[ Editor's note: This article presents one tool you may wish to consider in your security toolkit. However, no single tool or approach is sufficient to ensure security. For more on security topics, we encourage readers to visit the Product Security Center on the Red Hat Customer Portal. ]
Nmap is a frequently used tool for folks in the sysadmin space as well as those pesky "hackers." It's great for testing network connectivity and server availability, but it can also help to identify vulnerable network daemons to both good and bad people. I'll show you how you can use it as a force for good and how others might use it as a force for evil.
I'll run some tests against a virtual machine I previously built. The how-to on setting up the testing machine is outside the scope of this article, but please do look up metasploitable in your preferred search engine if you want to test against a system with loads of known vulnerable daemons for learning and testing. Of course, don't expose such a system to any public network; it will likely be compromised in no time. But that's the point, right? To determine how to help defend against such attacks.
The pros of using Nmap to find vulnerable daemons:
- Easily scriptable and automated
- Good first pass on auditing systems
- Limited ability to verify findings
- Limited ability to manage vulnerabilities
- Lack of distributed scanning support (important for enterprises and large networks)
The first scan
First, scan your vulnerable system using the
-sV option to determine the version of network daemons.
# nmap -sV 192.168.27.139
Wow, that's a lot of information. Fortunately, that is to be expected in this test environment. What's happening here is that Nmap is sending queries to the various ports and eliciting a response from the daemon on each port. The daemon's responses are compared to the
nmap-services database (which is just a text file) to find matches.
You see that OpenSSH 4.7p1 is running on port 22, which is the usual SSH port. That's probably accurate. A quick check here is the prudent thing to do. Follow up using the command line:
Ok, that confirms it. The next question is, "Does this version of OpenSSH server have any known vulnerabilities?" You'll need to check for published vulnerability notifications. Head over to the NIST National Vulnerability Database to find out:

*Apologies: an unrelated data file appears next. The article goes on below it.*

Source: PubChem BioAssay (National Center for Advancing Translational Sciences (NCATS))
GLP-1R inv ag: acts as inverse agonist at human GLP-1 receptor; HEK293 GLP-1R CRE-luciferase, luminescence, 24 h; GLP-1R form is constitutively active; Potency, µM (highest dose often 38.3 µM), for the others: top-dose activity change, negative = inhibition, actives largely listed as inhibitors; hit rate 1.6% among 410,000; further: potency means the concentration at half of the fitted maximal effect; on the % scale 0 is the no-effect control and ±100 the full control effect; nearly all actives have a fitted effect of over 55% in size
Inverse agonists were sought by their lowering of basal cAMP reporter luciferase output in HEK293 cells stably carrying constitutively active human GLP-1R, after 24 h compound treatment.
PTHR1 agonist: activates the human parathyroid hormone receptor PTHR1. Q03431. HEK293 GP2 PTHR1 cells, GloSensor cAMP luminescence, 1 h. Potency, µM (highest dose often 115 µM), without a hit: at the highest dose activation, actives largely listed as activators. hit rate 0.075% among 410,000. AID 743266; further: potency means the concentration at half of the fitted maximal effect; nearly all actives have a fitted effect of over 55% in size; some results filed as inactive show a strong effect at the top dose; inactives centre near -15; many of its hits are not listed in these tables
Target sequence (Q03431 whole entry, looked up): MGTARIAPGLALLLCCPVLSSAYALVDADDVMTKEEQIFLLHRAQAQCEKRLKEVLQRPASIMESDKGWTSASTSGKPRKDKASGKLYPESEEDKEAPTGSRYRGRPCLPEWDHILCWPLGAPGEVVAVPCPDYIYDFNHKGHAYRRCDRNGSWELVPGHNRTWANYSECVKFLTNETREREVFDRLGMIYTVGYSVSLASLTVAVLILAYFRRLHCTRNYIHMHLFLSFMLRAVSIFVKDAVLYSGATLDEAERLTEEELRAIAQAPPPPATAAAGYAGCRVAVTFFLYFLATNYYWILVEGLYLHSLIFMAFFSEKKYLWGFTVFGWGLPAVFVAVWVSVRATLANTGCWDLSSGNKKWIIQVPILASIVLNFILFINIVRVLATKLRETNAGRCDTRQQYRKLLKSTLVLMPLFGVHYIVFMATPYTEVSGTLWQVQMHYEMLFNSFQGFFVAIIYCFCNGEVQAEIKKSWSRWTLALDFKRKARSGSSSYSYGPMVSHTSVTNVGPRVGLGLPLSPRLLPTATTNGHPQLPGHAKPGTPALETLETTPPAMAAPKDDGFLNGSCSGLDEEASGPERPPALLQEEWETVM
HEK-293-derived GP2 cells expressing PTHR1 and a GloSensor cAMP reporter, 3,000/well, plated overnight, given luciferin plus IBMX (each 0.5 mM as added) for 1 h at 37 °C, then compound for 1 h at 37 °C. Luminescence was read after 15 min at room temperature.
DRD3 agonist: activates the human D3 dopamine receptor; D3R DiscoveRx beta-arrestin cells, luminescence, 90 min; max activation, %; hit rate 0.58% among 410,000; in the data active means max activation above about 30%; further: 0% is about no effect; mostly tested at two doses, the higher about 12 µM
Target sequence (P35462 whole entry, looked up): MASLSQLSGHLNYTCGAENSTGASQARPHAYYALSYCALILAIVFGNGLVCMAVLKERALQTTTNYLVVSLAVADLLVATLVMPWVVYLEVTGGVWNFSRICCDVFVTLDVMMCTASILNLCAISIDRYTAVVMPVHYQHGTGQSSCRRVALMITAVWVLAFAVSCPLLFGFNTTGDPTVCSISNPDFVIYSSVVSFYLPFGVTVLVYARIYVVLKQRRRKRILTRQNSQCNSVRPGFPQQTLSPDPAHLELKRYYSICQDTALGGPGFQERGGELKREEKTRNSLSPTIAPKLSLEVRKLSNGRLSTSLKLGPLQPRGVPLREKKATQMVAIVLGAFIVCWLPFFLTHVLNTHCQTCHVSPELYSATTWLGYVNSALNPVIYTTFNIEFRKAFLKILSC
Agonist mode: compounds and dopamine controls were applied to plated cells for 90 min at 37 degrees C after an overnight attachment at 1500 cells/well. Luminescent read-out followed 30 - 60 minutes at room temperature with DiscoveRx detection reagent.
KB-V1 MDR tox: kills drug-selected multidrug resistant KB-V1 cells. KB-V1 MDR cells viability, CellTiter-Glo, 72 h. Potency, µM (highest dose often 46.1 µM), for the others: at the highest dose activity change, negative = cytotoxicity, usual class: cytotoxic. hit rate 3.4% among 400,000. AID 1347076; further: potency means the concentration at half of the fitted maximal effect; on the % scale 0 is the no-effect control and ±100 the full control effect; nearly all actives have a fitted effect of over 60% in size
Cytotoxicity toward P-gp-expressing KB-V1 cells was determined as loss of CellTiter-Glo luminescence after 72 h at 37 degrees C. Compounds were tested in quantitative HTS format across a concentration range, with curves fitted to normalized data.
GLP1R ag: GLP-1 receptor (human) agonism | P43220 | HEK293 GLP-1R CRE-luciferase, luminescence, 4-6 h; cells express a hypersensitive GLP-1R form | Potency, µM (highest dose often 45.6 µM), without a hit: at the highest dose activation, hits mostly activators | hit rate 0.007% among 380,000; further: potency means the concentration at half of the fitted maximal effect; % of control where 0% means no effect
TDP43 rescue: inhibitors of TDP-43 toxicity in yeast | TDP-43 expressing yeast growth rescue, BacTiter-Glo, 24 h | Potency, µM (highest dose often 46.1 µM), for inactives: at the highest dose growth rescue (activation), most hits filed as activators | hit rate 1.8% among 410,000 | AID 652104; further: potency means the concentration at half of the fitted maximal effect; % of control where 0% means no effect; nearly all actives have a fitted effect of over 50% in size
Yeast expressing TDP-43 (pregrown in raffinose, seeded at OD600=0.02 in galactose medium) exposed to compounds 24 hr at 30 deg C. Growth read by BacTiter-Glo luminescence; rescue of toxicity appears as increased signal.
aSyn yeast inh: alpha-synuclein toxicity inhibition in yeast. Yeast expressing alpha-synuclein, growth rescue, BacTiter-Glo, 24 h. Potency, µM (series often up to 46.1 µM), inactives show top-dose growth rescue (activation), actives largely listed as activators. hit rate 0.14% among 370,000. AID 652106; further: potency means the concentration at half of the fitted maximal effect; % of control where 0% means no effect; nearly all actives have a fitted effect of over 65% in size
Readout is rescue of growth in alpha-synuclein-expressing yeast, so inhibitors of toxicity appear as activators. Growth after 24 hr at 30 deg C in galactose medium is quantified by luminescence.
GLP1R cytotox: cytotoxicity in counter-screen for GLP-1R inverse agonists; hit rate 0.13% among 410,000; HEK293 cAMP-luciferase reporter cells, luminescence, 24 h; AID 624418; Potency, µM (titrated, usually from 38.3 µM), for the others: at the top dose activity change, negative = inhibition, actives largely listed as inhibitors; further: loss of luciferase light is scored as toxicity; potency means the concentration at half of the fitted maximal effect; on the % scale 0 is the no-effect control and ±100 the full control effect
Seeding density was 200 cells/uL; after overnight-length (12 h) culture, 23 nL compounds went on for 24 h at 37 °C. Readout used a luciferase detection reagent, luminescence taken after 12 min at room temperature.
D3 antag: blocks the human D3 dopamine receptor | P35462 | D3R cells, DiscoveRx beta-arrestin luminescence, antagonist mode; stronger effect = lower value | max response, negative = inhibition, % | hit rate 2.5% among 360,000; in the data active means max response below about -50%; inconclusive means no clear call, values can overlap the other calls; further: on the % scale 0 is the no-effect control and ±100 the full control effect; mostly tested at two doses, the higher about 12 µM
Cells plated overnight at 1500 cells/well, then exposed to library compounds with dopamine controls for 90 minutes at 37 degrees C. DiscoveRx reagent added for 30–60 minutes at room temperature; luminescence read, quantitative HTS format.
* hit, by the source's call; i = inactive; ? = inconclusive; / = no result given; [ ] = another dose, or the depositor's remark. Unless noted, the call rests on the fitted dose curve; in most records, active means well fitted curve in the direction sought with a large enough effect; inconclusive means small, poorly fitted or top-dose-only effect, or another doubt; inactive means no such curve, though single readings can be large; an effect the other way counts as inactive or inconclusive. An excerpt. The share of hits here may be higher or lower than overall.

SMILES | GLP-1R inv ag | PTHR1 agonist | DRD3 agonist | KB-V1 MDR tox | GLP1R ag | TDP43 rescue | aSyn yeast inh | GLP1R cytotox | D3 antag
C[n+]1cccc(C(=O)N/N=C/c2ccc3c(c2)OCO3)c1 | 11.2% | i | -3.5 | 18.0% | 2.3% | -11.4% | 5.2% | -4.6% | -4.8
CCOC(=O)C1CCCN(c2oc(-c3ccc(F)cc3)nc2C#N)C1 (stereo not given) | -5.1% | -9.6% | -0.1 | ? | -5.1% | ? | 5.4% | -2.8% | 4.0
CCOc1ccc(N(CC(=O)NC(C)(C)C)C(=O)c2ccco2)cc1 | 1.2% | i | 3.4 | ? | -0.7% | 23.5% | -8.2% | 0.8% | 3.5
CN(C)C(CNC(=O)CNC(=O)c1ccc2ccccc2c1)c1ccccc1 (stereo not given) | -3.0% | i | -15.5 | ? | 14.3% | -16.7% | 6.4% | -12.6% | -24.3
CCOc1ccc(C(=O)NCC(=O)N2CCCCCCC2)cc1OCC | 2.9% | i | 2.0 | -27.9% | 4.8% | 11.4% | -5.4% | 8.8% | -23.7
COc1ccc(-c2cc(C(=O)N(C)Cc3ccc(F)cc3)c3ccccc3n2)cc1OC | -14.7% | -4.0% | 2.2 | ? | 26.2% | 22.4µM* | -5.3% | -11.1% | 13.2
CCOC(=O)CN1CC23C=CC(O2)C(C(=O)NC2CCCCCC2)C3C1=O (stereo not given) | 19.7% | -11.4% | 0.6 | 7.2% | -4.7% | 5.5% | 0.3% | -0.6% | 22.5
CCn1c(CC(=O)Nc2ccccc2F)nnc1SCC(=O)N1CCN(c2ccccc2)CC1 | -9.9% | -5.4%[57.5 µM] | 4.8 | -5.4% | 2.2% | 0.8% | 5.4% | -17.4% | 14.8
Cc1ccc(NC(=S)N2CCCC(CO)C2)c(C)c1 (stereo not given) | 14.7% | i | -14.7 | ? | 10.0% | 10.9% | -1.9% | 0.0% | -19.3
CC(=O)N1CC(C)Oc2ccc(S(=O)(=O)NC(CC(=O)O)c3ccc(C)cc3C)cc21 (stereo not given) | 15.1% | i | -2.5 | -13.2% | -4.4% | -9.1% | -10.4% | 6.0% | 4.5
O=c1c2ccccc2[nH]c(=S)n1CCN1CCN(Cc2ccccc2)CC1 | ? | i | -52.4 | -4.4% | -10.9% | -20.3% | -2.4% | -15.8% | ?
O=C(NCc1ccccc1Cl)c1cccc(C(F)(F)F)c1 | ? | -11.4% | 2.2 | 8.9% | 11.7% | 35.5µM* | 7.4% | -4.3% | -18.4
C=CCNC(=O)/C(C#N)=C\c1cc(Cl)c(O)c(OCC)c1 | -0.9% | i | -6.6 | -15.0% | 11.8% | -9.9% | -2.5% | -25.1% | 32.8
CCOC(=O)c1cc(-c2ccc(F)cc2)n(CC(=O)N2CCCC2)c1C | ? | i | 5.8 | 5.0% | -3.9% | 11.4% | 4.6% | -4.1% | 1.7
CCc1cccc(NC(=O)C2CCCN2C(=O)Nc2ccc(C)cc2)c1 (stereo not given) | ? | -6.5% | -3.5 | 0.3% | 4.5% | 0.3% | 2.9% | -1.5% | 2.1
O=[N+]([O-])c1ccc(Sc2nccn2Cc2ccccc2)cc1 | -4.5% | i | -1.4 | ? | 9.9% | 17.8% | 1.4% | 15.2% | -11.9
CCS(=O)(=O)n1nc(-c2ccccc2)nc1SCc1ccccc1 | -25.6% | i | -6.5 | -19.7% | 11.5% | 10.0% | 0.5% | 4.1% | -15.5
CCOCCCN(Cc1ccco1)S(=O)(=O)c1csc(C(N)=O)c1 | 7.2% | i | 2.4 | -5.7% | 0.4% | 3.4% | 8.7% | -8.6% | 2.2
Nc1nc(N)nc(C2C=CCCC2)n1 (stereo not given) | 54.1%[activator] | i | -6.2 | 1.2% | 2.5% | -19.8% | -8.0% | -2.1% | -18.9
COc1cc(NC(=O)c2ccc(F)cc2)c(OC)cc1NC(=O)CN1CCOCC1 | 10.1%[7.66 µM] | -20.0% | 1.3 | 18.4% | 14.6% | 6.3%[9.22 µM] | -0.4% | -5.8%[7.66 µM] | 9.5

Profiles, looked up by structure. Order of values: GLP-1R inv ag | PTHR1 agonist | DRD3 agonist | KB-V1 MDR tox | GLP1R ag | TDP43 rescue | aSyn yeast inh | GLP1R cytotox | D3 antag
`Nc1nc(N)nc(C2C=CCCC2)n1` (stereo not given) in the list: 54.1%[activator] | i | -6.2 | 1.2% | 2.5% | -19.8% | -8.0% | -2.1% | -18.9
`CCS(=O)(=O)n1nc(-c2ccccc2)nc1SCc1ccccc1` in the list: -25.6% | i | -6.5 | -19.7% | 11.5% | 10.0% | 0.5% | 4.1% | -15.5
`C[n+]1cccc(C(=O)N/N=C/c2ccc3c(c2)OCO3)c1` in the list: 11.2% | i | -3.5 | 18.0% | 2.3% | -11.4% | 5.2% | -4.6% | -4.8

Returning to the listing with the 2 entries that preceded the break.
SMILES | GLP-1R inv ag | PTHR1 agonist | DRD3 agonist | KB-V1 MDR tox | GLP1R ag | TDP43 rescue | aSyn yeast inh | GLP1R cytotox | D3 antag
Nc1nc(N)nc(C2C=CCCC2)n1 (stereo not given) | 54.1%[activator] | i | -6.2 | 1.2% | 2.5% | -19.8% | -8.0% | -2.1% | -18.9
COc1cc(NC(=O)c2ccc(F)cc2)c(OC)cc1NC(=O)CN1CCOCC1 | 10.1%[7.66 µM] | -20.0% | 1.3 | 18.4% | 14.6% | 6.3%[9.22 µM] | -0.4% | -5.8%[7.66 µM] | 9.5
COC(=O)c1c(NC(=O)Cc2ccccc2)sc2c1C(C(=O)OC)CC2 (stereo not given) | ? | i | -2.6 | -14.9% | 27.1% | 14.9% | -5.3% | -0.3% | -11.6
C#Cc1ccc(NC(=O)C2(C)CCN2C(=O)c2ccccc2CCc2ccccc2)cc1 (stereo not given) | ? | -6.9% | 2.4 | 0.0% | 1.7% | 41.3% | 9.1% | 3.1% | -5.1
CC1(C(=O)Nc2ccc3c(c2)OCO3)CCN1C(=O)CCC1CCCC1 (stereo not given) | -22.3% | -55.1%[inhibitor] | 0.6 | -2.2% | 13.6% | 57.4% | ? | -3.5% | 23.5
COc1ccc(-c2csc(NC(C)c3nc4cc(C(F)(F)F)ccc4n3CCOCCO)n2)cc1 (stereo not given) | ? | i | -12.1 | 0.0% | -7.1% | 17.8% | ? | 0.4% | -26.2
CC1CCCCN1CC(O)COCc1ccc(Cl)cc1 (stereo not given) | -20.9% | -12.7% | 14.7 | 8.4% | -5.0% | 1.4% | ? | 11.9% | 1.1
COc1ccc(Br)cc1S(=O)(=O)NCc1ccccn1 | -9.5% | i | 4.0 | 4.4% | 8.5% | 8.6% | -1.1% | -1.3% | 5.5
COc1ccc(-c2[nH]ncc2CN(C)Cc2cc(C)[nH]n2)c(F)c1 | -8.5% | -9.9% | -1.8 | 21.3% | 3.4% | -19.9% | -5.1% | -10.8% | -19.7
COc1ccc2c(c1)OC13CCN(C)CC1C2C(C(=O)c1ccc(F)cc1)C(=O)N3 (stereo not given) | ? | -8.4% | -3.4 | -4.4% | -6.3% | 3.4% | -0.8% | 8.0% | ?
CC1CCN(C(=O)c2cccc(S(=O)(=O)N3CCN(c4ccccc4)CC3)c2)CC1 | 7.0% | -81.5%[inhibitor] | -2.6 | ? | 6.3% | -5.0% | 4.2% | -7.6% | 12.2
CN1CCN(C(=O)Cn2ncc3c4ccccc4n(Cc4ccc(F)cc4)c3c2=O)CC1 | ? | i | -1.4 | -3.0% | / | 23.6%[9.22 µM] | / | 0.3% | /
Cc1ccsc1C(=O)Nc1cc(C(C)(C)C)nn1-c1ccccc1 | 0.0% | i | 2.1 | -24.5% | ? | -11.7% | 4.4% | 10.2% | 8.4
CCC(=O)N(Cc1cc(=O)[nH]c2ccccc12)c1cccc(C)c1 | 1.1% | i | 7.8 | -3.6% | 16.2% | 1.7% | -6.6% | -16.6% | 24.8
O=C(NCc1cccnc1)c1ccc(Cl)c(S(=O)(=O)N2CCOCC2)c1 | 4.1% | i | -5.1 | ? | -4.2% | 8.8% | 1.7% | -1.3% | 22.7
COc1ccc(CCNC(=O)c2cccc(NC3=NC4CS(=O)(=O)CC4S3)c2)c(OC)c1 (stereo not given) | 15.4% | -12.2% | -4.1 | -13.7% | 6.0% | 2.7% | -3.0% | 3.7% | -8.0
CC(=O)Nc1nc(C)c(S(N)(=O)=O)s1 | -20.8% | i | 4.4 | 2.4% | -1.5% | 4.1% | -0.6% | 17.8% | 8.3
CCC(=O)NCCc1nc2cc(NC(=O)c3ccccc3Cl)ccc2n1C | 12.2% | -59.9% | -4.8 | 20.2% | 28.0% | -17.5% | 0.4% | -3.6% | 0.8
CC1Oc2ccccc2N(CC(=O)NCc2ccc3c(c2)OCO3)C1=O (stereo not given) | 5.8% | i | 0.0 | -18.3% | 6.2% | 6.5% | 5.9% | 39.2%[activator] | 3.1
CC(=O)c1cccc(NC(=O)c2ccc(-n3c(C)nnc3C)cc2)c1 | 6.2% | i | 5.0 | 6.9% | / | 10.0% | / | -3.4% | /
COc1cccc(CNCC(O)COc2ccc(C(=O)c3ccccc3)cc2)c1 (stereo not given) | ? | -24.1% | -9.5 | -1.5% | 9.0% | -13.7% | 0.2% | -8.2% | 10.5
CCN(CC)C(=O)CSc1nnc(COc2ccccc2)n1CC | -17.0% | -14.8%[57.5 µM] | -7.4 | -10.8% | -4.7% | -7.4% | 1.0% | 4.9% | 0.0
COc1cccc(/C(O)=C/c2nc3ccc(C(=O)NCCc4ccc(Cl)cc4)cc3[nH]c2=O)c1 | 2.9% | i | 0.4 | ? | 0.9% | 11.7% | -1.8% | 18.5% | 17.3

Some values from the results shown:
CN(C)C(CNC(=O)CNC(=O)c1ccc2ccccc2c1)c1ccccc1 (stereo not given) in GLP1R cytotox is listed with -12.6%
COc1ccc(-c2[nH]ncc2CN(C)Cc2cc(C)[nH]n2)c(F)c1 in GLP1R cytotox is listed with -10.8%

There is at least one potential vulnerability here. But wouldn't it be great if you didn't have to type or copy/paste into a web browser manually? Nmap can help out here, too. Nmap supports scripts and many are available out of the box on install. One such script is
vulners. With all those other services running, specify that
vulners only runs against port 22:
# nmap -p 22 -sV --script=vulners 192.168.27.139
As an added bonus,
vulners does a better job finding potential issues. The
vulners script is more intelligent about matching the version number and found notices that include version ranges, including 4.7p1. A search in the NVD database turns up a note that only specifically mentions 4.7p1. That's a big plus.
Now that you know you can find vulnerable daemons based on the version number, is there a way to protect your systems? You could certainly configure firewall rules to help out, but maybe you can also fool Nmap.
[ You might also like: Finding rogue devices in your network using Nmap ]
If you suspect that malicious actors will scan your systems using the same tools that you do (And, they likely will), maybe you can use that to your advantage. Perhaps you can hide or alter the version number of applications such that these types of scans won't return useful results to the attacker. It's possible to do so in some cases. Some applications allow you to change the banner. Using
vsftpd as an example, scan for FTP servers on metasploitable, and you'll find:
You can change the
/etc/vsftpd.conf configuration file to present a custom banner:
# You may fully customize the login banner string: ftpd_banner=Welcome to the blah FTP service.
Make the change and scan again to see:
The full customized banner is not visible and the version number is also not visible.
Is changing a daemon's banner something that you should actually do? It might confuse other system administrators or anyone else working in your environment, so at a minimum, it should be made clear to the entire team you've disabled version banners.
The right tool?
When is Nmap a good choice for discovering vulnerable network daemons? As is often the case, the real answer is, "It depends." Here are some questions to ask yourself:
- In large environments, do you have visibility across the entire network? Maybe you need something that includes distributing scanning?
- How are you going to manage the results of scans?
- Will you address and resolve the results manually, or do you want to automate it "at scale?"
- Do you need to keep track of exceptions?
- Do you need to coordinate patch rollouts?
For some of these questions, a dedicated vulnerability scanner might be a better answer. There are a few of them out there, both free and not-free. Their added benefits include more accurate tests and recommendations on how to remediate vulnerabilities. Using Nmap in an ad hoc manner, as discussed, is still valid when combined with a dedicated vulnerability scanner. As a matter of fact, many dedicated vulnerability scanners integrate Nmap directly into their products. Nmap is still great for an initial survey and view of any new systems.
[ Thinking about security? Check out this free guide to boosting hybrid cloud security and protecting your business. ]
Securing a network involves knowing which versions of network daemons and services are running. Nmap can play an important role in gaining that visibility and evaluating the urgency so that you can protect your assets.